Polarization in Congress Primarily Due To Republican Movement To The Far Right

Voteview blog has, not surprisingly, found that partisan polarization has increased, “almost entirely due to the movement of congressional Republicans to the right.” To a certain degree partisan polarization is due to the parties lining up based upon ideology far more than in the past. Previously there were conservative Southern Democrats but these are now Republicans. There also used to be a meaningful number of Republican moderates and even liberals. Therefore in the past it was possible to have groups crossing party lines agreeing on legislation.

An even more important factor in the current polarization is that the Republicans have moved much further to the extreme right in recent years while we have not seen an analogous movement to this degree by Democrats to the left (Some would argue that the Democrats have also moved to the right). The post concludes:

We have previously written about asymmetric polarization, arguing that the primary driver of contemporary partisan polarization has been the steady movement of congressional Republicans to the right. This trend appears to have continued through the 112th congress. House Republicans – despite a large majority earned in the 2010 midterm elections – have continued their rightward drift, adding more conservative members than moderate members. Senate Republicans also became a more conservative group in the 112th Congress, while Senate Democrats remained mostly ideologically static. Some of this phenomenon is attributable to the fact that Democrats – particularly northern Democrats – were already holding liberal policy positions in the 1960s. The “Great Society” programs enacted during the 1960s have appeared to represent the leftward edge of what is practically achievable in American public policy (for example, from an ideological standpoint, “Obamacare” is not more liberal than Medicare, enacted in 1965). Congressional Democrats have staked out this position and have mostly maintained it in recent American history. Congressional Republicans, on the other hand, continue to pioneer new ideological territory along on the rightward edge of American public policy. It remains unclear whether and how long this pattern can persist.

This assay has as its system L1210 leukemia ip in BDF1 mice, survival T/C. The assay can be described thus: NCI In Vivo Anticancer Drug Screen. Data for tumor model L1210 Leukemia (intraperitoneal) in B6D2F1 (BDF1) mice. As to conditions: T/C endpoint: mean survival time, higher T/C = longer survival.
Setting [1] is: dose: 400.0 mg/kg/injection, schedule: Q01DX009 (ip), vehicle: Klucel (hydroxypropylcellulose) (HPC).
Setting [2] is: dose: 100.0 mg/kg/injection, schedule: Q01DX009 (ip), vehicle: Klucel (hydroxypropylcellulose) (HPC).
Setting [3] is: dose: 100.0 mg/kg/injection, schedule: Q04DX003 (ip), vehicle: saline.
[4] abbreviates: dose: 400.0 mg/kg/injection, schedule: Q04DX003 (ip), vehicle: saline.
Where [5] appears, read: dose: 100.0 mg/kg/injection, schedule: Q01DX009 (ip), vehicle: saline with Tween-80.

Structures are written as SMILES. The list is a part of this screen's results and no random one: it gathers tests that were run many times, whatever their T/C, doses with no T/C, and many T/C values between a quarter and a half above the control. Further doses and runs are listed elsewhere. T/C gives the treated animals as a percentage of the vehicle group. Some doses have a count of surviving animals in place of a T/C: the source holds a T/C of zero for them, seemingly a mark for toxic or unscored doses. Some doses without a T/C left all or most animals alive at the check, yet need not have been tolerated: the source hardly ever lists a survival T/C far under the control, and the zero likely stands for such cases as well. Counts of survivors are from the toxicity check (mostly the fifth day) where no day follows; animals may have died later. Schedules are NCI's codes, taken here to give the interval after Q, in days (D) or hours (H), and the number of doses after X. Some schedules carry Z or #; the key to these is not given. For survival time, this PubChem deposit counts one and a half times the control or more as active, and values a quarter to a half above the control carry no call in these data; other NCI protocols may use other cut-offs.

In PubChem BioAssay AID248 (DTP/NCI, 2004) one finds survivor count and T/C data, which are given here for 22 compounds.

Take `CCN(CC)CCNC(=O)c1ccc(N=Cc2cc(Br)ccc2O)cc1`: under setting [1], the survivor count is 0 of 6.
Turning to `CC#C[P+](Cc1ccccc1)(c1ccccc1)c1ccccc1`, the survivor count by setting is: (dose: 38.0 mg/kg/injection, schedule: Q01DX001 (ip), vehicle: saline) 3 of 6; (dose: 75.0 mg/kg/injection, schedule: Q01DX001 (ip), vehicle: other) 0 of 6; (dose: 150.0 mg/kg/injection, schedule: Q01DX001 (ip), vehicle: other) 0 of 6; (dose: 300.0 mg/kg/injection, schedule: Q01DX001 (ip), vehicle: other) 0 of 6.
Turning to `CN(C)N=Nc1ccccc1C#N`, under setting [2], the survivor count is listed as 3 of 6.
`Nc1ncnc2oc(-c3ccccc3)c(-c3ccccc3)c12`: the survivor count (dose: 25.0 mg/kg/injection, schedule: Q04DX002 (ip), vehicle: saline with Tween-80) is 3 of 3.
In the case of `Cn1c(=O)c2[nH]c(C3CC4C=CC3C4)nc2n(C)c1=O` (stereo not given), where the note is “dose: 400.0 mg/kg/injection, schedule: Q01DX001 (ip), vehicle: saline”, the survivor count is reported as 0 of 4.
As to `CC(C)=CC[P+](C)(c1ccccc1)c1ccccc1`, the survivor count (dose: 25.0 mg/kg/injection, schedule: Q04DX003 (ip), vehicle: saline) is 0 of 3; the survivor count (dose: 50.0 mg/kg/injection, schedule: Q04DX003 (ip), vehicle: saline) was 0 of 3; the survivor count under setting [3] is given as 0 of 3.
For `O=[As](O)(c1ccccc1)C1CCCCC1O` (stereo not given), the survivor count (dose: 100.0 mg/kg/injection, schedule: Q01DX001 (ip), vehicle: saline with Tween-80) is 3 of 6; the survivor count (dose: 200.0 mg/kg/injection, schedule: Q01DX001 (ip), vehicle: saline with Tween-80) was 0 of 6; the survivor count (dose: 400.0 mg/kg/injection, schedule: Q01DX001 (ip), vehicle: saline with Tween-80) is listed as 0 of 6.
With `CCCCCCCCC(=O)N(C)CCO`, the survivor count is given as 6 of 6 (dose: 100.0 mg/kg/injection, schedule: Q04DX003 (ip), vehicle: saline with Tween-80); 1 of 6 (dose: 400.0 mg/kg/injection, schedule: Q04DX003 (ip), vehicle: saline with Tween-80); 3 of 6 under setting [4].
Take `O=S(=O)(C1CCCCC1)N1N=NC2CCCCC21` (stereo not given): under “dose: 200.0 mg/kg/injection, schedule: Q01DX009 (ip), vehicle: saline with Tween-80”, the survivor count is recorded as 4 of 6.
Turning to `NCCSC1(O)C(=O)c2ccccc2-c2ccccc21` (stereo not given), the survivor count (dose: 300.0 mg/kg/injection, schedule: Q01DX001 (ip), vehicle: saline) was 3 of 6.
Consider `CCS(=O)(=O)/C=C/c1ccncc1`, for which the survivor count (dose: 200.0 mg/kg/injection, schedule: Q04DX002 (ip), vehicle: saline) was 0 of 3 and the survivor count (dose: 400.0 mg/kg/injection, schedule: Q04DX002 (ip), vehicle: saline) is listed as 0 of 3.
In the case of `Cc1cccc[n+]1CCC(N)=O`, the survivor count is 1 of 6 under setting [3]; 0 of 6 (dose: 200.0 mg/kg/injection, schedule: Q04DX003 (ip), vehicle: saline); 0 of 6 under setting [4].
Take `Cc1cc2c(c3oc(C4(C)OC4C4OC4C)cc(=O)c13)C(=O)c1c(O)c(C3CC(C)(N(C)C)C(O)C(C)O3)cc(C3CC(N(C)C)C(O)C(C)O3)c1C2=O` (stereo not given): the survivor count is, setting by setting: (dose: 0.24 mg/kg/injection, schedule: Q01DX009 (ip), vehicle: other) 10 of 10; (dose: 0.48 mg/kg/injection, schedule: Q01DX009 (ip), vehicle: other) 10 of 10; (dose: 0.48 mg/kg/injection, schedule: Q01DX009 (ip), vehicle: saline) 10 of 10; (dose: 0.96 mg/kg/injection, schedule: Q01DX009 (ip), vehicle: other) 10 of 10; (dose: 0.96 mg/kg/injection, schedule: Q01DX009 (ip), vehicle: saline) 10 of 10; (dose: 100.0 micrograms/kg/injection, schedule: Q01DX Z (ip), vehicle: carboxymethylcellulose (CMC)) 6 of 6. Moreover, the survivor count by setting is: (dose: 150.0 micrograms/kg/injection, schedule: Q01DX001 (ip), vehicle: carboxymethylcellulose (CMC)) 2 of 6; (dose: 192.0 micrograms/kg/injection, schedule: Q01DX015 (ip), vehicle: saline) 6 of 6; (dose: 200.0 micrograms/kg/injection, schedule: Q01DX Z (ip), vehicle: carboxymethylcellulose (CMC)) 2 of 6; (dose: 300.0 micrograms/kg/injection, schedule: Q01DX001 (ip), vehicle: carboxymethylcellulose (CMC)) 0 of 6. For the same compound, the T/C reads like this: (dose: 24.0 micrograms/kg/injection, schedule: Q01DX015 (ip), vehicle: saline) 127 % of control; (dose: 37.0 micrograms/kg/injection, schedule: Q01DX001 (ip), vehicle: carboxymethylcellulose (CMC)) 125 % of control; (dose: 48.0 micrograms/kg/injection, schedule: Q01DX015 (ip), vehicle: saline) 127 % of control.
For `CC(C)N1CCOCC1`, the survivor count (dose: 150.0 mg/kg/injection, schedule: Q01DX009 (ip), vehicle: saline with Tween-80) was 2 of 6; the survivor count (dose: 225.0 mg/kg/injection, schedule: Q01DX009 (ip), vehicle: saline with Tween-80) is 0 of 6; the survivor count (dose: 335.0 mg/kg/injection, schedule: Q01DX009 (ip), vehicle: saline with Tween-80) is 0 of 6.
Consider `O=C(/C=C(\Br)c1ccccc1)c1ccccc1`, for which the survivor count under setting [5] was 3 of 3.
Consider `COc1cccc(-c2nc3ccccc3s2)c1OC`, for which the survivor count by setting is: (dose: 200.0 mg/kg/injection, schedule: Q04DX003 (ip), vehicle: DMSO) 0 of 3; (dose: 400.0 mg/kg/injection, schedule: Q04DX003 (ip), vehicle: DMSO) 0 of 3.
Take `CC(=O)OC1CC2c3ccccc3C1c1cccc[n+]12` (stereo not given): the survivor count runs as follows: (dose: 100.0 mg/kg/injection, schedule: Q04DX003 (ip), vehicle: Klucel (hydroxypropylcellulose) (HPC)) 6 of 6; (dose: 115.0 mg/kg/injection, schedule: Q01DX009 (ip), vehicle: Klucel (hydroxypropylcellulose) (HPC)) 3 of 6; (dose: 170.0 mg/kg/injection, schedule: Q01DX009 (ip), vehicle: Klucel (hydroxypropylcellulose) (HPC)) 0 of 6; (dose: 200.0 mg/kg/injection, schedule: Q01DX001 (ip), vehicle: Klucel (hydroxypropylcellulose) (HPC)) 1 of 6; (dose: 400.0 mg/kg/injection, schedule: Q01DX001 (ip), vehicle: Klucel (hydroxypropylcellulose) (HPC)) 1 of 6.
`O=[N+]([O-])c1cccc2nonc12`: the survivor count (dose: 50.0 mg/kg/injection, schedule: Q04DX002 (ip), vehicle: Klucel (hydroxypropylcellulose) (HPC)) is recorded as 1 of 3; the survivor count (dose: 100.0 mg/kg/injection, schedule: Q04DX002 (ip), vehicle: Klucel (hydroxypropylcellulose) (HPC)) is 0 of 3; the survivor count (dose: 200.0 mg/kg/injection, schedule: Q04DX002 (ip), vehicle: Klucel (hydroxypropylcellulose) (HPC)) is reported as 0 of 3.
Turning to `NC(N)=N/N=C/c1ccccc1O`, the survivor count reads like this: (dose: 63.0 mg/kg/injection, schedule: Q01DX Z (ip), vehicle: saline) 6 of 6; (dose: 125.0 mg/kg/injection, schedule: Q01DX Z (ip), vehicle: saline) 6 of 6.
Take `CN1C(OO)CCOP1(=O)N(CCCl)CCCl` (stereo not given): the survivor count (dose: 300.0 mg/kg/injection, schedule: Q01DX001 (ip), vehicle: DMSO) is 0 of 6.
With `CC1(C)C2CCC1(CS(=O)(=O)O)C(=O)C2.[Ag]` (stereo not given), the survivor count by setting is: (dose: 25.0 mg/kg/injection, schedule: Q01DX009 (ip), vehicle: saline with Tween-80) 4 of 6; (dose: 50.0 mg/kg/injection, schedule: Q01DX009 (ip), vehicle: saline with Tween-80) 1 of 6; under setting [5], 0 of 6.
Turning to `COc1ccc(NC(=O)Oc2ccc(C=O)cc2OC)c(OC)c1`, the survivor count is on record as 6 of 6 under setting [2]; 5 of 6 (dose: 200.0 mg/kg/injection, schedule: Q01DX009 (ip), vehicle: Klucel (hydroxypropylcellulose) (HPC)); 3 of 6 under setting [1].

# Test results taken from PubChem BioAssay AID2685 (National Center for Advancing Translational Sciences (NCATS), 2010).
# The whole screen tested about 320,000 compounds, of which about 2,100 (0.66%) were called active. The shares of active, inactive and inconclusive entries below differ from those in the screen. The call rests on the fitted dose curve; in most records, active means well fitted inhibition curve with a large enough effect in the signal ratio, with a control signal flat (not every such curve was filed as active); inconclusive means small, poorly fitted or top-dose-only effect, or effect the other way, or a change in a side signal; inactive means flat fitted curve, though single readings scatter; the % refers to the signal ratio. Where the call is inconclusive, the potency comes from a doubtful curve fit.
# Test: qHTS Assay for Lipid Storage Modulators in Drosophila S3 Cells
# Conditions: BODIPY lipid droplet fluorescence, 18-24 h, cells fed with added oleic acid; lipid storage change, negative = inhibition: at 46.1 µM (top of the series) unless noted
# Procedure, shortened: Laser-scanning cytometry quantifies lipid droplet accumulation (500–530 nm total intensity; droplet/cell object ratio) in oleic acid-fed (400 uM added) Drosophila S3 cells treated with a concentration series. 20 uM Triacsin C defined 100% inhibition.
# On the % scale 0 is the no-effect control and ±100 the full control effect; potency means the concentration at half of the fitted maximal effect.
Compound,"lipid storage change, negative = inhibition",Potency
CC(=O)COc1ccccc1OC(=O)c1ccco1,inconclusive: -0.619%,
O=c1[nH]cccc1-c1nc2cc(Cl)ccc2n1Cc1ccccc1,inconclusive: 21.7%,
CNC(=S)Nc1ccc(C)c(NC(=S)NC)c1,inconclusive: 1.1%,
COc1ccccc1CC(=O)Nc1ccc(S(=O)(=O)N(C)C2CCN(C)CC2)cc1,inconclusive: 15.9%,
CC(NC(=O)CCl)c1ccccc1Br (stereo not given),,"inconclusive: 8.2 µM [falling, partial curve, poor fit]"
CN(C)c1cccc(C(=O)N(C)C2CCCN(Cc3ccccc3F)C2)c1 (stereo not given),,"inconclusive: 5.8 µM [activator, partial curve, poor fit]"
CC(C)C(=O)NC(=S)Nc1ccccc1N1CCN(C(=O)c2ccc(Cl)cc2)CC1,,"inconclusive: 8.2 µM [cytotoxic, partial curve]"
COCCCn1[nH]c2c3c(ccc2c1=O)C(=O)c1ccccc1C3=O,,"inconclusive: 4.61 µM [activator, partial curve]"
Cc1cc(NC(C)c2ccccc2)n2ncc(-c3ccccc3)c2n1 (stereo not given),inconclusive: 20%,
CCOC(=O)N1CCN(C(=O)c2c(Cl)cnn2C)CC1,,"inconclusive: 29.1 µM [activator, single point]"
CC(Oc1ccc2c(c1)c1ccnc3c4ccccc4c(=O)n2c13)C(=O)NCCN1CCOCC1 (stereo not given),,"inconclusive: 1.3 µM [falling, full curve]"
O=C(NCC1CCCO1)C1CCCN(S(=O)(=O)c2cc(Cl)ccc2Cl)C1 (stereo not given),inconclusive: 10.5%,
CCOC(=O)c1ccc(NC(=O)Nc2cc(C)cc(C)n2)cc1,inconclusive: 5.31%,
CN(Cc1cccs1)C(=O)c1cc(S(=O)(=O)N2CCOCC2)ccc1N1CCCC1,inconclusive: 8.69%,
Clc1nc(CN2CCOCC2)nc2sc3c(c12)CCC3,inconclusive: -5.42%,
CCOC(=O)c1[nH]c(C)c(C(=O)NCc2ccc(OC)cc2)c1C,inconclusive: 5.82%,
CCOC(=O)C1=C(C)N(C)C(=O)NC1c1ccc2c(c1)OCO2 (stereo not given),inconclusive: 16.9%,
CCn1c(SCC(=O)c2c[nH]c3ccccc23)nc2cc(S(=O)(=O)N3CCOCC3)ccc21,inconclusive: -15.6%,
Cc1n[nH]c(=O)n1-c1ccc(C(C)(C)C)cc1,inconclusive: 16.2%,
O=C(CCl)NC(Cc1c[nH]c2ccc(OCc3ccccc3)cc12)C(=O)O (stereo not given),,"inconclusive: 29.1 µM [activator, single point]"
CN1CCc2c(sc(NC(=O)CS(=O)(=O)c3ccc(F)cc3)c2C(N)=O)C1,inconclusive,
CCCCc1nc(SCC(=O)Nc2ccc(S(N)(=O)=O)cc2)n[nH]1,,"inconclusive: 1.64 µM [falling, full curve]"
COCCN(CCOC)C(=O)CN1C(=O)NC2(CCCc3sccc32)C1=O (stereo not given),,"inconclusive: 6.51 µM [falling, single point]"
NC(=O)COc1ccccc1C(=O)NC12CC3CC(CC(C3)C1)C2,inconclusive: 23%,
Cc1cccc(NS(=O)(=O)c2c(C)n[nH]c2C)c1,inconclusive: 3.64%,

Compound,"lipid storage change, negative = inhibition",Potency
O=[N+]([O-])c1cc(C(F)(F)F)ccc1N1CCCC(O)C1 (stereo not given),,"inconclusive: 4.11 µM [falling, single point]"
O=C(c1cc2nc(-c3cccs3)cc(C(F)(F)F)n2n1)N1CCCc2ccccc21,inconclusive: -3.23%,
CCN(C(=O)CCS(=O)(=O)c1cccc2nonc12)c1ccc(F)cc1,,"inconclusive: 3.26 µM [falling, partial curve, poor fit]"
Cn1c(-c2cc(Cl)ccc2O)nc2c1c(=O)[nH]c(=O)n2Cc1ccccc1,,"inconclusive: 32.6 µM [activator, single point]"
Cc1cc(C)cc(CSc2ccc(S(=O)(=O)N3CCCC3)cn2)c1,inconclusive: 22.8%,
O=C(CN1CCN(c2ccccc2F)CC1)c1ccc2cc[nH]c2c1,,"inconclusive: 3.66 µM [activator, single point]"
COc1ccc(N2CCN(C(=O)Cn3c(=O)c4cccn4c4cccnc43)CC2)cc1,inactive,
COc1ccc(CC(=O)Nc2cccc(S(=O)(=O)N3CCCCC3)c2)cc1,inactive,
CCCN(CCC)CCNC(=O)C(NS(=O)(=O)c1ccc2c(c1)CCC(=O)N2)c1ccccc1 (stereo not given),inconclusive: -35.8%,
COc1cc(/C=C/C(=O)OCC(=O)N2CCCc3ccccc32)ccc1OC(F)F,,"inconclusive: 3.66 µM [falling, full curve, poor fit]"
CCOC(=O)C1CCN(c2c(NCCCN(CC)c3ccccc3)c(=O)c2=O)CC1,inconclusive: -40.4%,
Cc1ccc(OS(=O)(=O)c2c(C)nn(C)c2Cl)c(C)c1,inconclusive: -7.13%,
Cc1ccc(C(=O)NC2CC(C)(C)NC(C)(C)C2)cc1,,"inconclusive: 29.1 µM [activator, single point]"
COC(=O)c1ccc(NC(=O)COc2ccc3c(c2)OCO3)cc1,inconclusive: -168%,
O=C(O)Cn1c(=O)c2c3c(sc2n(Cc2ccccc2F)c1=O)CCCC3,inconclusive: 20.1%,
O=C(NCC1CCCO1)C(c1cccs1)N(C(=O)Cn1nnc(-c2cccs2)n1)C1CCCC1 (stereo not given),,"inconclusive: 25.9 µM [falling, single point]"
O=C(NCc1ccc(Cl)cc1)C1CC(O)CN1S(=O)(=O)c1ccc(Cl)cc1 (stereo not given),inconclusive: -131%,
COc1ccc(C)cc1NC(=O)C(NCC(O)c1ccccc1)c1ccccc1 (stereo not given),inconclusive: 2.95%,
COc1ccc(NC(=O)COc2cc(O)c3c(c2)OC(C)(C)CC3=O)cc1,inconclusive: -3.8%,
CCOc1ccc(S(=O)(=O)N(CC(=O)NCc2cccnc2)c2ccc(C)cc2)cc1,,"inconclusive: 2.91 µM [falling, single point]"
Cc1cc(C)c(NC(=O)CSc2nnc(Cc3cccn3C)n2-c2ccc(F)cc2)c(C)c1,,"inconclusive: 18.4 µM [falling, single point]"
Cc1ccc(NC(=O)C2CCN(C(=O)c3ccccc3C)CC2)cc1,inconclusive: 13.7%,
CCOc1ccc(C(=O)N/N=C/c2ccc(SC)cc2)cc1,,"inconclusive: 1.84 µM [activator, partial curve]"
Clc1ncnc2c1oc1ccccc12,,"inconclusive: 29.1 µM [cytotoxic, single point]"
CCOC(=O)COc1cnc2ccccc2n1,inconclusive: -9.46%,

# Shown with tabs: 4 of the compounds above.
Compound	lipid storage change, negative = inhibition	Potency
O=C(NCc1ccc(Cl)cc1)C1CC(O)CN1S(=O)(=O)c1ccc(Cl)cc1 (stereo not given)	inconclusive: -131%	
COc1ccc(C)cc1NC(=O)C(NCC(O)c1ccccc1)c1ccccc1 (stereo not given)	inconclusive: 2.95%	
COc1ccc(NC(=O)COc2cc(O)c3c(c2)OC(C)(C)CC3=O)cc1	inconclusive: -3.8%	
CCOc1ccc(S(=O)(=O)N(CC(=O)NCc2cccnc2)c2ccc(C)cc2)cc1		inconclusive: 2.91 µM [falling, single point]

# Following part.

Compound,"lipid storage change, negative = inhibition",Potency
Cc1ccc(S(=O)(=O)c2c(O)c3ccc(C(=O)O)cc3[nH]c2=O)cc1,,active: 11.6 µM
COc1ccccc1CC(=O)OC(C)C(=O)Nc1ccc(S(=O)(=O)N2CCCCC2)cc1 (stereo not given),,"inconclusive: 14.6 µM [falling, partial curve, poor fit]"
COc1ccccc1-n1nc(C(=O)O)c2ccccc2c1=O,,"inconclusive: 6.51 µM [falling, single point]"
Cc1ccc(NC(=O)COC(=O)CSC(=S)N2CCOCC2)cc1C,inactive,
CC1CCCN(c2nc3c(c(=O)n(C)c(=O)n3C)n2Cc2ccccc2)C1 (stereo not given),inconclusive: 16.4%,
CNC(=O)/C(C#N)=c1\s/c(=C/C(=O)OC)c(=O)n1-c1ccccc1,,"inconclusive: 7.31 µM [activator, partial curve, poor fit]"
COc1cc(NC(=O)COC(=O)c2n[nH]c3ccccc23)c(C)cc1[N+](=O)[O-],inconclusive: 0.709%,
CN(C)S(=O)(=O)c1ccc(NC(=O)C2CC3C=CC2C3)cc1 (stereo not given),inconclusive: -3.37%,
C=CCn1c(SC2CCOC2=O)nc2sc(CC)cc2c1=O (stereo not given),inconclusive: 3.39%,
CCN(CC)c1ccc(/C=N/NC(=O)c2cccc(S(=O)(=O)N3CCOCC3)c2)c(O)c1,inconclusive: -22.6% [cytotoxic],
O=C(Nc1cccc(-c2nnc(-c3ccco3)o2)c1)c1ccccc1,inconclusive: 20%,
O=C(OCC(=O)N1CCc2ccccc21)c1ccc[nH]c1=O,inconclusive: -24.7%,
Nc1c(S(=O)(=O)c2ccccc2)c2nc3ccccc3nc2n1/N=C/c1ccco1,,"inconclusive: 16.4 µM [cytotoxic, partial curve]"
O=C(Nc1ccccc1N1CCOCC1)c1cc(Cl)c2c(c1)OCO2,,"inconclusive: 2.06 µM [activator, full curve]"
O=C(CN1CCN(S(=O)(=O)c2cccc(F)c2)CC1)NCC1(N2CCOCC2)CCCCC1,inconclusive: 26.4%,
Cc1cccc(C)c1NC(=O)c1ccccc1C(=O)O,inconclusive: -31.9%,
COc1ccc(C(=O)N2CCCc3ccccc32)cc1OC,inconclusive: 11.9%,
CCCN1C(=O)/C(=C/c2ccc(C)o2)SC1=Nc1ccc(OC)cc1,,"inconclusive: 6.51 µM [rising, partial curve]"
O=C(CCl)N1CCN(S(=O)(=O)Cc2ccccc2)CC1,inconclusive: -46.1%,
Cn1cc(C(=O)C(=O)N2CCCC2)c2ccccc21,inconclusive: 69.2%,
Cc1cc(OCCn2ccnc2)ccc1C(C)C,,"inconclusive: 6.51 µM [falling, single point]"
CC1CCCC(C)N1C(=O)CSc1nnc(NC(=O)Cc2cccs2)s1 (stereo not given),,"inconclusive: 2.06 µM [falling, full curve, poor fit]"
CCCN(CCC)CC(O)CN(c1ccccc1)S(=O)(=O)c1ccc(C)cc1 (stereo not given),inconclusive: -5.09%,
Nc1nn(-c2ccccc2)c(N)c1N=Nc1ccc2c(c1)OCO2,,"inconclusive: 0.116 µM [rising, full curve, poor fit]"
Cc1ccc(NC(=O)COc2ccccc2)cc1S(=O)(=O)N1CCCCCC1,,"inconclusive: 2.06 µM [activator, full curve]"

The statement that Republicans “continue to pioneer new ideological territory along on the rightward edge of American public policy” is a very tactful way to say that they have become bat-shit crazy.

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